Valdosta Daily Times

Top News

March 13, 2013

Ga. gun proposal could close legal loophole

ATLANTA — A proposed change to Georgia’s gun laws could close a loophole allowing those with mental illness to buy firearms, though judges are concerned it might allow some of those people to legally carry weapons.

Federal law prohibits people from buying or possessing a gun if they have been legally deemed mentally defective or committed to a mental health institution. A national database uses information submitted by states to determine whether those buying guns should be disqualified because of mental health or other problems.

Differences between U.S. and Georgia gun laws mean the state does not collect information on one group who should be banned — people forced to receive out-patient treatment for mental illness or substance abuse. Since state officials do not have this information in the database, checking it would not prevent those receiving mandatory out-patient treatment from buying a gun.

“Right now, we are not collecting involuntary outpatient treatments,” said Terry Gibbons, deputy director of the Georgia Crime Information Center, which compiles the records.

There are other reasons records don’t turn up, law enforcement and judicial officials said. In some cases, treatment providers do not report the information. Also, courts do not forward involuntary treatment orders because processing the paperwork takes time, costs money or they have concerns about violating medical privacy laws.

“I do think we have a low reporting rate,” said Gibbons, one of several state officials involved in talks to fix the problem.

A bill adopted by Georgia’s House of Representatives could eliminate the loophole. Right now, Georgia law focuses on keeping guns away from people who have been involuntarily hospitalized. In a similar manner, probate court judges can deny a license to carry a weapon if an applicant has received in-patient care for mental illness or substance abuse in the last five years.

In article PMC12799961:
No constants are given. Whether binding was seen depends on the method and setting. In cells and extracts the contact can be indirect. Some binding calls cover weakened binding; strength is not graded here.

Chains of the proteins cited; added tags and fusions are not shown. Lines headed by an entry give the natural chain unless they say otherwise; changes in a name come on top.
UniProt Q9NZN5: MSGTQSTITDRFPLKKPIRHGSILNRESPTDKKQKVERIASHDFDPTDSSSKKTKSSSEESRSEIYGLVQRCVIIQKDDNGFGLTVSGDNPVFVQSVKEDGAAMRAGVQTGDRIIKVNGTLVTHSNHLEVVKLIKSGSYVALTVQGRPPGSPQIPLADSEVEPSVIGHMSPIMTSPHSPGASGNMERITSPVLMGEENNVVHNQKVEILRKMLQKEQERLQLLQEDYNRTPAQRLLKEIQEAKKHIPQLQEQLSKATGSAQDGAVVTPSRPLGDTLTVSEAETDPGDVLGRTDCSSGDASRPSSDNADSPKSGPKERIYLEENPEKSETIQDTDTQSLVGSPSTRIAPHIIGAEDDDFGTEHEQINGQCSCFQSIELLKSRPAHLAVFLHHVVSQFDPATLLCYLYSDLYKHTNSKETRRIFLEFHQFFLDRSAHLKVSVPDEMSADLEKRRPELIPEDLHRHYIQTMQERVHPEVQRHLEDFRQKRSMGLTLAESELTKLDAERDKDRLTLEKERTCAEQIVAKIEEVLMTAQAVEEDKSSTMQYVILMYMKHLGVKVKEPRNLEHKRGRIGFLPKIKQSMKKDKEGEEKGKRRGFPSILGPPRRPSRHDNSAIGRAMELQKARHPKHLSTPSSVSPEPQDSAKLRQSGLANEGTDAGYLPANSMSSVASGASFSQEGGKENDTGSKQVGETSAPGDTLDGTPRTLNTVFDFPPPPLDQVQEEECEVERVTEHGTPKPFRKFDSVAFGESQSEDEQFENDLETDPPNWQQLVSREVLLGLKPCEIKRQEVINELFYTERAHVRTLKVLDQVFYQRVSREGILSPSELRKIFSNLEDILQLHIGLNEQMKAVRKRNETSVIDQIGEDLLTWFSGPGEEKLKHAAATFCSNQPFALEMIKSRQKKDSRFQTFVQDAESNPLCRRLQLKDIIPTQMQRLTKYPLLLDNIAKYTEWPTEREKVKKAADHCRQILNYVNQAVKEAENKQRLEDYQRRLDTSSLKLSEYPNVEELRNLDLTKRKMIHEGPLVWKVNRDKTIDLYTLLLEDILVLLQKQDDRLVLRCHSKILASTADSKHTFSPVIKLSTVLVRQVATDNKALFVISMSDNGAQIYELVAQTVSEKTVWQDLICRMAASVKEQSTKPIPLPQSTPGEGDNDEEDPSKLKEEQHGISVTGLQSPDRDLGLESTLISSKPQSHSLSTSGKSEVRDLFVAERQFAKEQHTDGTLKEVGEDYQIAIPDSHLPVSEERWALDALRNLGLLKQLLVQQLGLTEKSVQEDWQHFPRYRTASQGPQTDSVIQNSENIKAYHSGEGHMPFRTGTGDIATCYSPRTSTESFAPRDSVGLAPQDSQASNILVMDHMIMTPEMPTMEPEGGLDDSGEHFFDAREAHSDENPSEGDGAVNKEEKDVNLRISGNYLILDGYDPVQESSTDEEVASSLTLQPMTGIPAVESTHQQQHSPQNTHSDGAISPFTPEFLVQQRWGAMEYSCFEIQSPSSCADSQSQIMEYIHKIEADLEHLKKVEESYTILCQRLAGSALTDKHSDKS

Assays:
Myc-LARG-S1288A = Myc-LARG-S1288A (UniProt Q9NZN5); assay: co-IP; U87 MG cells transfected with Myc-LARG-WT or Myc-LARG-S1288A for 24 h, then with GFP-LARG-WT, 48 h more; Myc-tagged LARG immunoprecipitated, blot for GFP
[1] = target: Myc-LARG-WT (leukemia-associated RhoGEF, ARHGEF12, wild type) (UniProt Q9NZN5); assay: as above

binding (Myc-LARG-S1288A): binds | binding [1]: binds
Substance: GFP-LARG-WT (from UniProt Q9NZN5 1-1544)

Those laws do not require the state to keep track of people forced to receive out-patient treatment.

Legislation adopted last week by Georgia’s House would close part of the information gap. The plan sponsored by Rep. Rick Jasperse, R-Jasper, would force courts to forward all records of involuntarily treatment, regardless of whether it is in-patient or out-patient. Those who have received involuntary treatment in the last five years could be prohibited from getting a license to carry a gun under Jasperse’s plan.

His bill now heads to the Senate but faces opposition for other reasons — for example, provisions allowing people to carry guns in bars, churches and parts of college campuses.

Officials in Gov. Nathan Deal’s administration identified the information gap in mental health records as an issue during discussions over the past year, said Kristie Swink, a spokeswoman for the Department of Behavioral Health and Developmental Disabilities. The department has not taken a position on Jasperse’s plan, but Swink said the legislation would force courts to forward the now-missing information.

Jasperse’s bill would loosen restrictions in other areas, a prospect that concerns probate court judges who issue the licenses allowing people to carry firearms.

Under current law, judges have discretion over whether to issue licenses to carry a firearm to people who receive in-patient care for mental health or substance abuse problems in the last five years. The latest Republican-backed plan would not disqualify people who voluntarily seek treatment.